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Giving Your Story the Time of Day

Ever have a week with two Fridays? Sounds like fun but if it happens in your novel, your readers won’t be amused. As writers we can be forgiven for being so consumed by our writing that we lose track of what day it is. Unfortunately, if we lose track of time in the story, we might struggle to sort it out after the fact. And if the errors make it past a copy editor—and believe me, they do—you could confuse or annoy your readers.

I’m here to give you some tips for minimizing lapses in time continuity.

Use Real Dates. Sure, you can make up your very own calendar year, but consider the advantages of using a real one.

Pin Your Characters to the Calendar

Keep Track of Time as You Write

My upcoming release, Stories We Never Told, takes place over several months. Here’s one page of the calendar. The next page is densely packed because the action ramps up, but I didn’t want to include spoilers!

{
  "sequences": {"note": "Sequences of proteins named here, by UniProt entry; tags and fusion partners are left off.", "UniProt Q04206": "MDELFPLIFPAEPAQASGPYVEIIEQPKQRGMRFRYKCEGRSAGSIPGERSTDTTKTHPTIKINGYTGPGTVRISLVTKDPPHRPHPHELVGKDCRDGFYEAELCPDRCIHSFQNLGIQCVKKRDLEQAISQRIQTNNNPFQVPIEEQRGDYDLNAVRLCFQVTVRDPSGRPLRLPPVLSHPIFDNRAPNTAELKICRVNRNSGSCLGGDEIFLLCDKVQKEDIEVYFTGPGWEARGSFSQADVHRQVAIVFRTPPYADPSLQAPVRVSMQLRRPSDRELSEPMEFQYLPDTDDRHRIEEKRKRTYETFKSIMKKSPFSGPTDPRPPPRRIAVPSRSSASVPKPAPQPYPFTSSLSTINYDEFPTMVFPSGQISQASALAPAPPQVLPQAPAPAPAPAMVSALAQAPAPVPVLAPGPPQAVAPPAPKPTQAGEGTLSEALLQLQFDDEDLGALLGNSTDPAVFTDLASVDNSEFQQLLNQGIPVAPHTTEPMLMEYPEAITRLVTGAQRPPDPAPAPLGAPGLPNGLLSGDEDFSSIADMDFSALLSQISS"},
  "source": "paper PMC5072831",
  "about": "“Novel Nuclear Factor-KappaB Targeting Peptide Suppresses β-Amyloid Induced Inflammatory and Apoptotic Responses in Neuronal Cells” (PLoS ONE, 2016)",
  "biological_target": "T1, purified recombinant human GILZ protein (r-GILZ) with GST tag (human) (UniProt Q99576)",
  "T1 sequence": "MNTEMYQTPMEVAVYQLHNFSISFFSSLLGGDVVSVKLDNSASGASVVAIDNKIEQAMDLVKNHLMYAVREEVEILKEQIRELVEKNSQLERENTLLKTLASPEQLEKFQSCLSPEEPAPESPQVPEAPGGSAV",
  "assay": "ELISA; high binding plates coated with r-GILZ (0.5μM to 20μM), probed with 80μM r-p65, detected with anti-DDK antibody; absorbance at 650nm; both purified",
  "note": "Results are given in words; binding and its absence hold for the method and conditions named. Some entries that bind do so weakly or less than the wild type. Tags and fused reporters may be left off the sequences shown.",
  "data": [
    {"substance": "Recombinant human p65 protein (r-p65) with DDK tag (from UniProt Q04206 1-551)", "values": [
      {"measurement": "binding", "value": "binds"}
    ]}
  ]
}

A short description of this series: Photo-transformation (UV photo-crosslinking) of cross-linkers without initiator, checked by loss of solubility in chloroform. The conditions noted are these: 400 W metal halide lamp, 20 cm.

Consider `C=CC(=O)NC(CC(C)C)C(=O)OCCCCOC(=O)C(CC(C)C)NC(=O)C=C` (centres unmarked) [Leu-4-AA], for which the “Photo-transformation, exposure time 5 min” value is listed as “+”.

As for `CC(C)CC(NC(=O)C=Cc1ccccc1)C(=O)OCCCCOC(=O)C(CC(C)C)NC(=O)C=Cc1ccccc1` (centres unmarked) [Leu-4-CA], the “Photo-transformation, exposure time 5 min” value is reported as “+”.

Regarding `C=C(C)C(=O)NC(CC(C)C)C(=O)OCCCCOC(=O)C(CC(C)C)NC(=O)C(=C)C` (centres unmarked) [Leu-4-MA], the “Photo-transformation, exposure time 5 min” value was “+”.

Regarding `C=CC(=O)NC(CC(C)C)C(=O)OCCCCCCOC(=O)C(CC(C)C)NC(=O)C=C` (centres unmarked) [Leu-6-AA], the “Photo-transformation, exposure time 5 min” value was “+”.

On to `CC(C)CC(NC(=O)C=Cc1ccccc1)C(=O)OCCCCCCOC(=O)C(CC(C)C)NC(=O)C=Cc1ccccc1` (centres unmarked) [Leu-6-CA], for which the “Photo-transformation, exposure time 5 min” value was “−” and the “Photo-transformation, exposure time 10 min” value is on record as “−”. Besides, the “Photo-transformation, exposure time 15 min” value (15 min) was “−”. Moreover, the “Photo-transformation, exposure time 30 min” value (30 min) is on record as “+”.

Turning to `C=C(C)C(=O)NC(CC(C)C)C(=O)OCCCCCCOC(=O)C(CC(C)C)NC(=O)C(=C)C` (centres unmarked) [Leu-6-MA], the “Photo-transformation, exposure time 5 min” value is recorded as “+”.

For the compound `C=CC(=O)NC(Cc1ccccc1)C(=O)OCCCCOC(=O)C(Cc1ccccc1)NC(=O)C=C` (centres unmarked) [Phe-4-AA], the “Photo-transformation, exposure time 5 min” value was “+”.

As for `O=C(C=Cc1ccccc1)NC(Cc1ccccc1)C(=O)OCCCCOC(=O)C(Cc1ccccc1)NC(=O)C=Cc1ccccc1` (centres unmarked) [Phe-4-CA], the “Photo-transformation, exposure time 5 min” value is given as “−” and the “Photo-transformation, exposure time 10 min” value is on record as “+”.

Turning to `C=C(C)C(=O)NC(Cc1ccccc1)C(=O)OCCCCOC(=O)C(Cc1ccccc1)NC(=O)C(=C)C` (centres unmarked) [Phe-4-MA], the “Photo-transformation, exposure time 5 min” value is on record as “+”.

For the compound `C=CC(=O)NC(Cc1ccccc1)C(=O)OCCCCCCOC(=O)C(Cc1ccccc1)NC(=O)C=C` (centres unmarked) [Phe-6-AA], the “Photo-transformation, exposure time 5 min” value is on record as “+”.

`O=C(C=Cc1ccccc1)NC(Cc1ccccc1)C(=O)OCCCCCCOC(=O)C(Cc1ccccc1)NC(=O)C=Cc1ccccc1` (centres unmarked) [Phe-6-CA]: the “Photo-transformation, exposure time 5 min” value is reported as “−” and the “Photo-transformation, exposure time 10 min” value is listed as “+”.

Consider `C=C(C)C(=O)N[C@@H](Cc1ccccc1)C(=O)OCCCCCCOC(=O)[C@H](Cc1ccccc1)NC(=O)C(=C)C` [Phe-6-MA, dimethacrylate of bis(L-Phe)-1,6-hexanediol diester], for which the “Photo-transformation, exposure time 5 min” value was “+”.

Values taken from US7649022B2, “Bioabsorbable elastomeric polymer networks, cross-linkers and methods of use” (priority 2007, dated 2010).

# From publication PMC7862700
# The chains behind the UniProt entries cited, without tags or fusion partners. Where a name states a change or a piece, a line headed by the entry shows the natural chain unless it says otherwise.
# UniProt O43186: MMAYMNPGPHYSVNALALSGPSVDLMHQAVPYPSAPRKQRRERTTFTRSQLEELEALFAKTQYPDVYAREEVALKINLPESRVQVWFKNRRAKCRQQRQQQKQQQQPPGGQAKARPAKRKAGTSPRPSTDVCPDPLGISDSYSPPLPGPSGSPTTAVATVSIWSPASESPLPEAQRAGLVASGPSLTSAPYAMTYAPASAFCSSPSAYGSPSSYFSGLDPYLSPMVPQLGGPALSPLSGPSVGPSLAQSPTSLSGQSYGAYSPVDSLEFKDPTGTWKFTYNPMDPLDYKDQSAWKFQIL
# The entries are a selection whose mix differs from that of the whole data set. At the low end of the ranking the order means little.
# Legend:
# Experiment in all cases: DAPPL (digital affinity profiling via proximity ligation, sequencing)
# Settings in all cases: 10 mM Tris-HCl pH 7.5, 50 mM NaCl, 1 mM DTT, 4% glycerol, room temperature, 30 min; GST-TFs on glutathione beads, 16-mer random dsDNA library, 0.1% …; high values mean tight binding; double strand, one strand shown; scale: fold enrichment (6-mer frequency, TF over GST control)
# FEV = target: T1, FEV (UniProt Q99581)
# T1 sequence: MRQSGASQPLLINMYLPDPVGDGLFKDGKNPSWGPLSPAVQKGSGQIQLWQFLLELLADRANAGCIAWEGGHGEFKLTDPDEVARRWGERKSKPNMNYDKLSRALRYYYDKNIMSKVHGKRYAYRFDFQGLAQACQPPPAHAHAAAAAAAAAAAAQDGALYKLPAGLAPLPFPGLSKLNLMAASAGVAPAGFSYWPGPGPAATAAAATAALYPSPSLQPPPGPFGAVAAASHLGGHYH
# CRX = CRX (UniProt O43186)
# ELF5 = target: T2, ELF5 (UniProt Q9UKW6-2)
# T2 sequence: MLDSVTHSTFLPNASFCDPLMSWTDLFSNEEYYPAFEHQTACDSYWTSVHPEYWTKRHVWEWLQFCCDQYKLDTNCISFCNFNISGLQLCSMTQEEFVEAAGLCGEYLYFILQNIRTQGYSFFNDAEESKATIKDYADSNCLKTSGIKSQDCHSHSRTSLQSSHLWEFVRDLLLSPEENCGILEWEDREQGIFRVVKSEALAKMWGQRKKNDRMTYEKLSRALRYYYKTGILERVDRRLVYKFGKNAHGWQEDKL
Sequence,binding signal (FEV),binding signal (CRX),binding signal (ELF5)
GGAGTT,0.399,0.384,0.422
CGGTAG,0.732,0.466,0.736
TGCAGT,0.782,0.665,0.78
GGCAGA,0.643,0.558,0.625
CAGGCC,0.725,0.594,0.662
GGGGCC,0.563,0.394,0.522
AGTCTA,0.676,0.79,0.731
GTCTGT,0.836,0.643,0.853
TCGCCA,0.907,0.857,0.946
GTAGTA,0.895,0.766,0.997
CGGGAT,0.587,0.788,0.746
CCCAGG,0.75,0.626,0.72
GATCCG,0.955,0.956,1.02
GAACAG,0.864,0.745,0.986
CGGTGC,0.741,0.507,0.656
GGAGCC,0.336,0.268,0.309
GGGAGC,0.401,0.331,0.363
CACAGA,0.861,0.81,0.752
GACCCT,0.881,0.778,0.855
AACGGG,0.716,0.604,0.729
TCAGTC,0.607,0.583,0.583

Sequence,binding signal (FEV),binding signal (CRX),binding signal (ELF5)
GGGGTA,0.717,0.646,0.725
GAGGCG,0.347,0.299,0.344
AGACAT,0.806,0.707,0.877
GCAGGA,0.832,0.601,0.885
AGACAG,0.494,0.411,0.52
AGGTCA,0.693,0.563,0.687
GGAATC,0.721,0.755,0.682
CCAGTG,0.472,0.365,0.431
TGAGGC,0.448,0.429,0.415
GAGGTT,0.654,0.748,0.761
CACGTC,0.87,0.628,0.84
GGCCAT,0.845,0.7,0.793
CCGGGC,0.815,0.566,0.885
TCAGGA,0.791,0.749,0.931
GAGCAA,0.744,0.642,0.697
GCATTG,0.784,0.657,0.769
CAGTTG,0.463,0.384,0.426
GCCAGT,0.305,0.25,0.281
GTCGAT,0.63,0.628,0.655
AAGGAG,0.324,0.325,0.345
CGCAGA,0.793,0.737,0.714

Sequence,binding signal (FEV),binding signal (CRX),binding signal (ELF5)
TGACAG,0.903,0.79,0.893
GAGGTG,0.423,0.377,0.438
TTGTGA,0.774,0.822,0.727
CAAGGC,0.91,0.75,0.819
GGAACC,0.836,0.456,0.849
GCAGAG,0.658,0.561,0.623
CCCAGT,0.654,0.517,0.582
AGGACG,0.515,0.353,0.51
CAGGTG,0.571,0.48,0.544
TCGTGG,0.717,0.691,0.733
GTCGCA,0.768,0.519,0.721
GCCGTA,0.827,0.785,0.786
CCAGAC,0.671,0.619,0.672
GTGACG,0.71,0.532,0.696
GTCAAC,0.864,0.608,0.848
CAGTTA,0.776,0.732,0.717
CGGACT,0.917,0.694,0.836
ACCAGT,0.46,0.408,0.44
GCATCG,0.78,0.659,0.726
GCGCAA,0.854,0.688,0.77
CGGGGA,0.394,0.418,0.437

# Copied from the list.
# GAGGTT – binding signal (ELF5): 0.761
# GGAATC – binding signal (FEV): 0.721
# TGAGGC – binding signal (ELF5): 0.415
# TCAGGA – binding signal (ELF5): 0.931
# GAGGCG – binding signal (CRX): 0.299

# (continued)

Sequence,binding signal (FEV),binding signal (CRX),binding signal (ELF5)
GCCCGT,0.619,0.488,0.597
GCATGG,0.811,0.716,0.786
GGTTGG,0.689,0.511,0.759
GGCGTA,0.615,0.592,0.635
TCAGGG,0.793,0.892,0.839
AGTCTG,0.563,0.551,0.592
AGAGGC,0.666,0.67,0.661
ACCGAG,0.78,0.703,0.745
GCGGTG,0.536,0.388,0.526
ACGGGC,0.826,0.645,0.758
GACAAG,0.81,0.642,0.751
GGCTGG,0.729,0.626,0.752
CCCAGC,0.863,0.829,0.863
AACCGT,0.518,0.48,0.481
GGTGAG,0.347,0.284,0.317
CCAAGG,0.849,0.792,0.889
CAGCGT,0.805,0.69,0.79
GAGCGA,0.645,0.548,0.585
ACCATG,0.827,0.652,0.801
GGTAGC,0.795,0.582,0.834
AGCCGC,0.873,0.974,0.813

Coping with Multiple Timelines/multiple POVs

I’ve shared some of my tricks for keeping time but as with everything in this business, no solution is for everyone. What techniques do you use to track time in your stories? Do you have any resources to share? 

About Sonja Yoerg [3]

Sonja Yoerg [4] grew up in Stowe, Vermont, where she financed her college education by waitressing at the Trapp Family Lodge. She earned a Ph.D. in biological psychology from the University of California, Berkeley and wrote a nonfiction book about animal intelligence, Clever as a Fox (Bloomsbury USA, 2001) and four novels: House Broken, Middle of Somewhere, All the Best People, and the upcoming True Places (1/19). Sonja lives with her husband in the Blue Ridge Mountains of Virginia.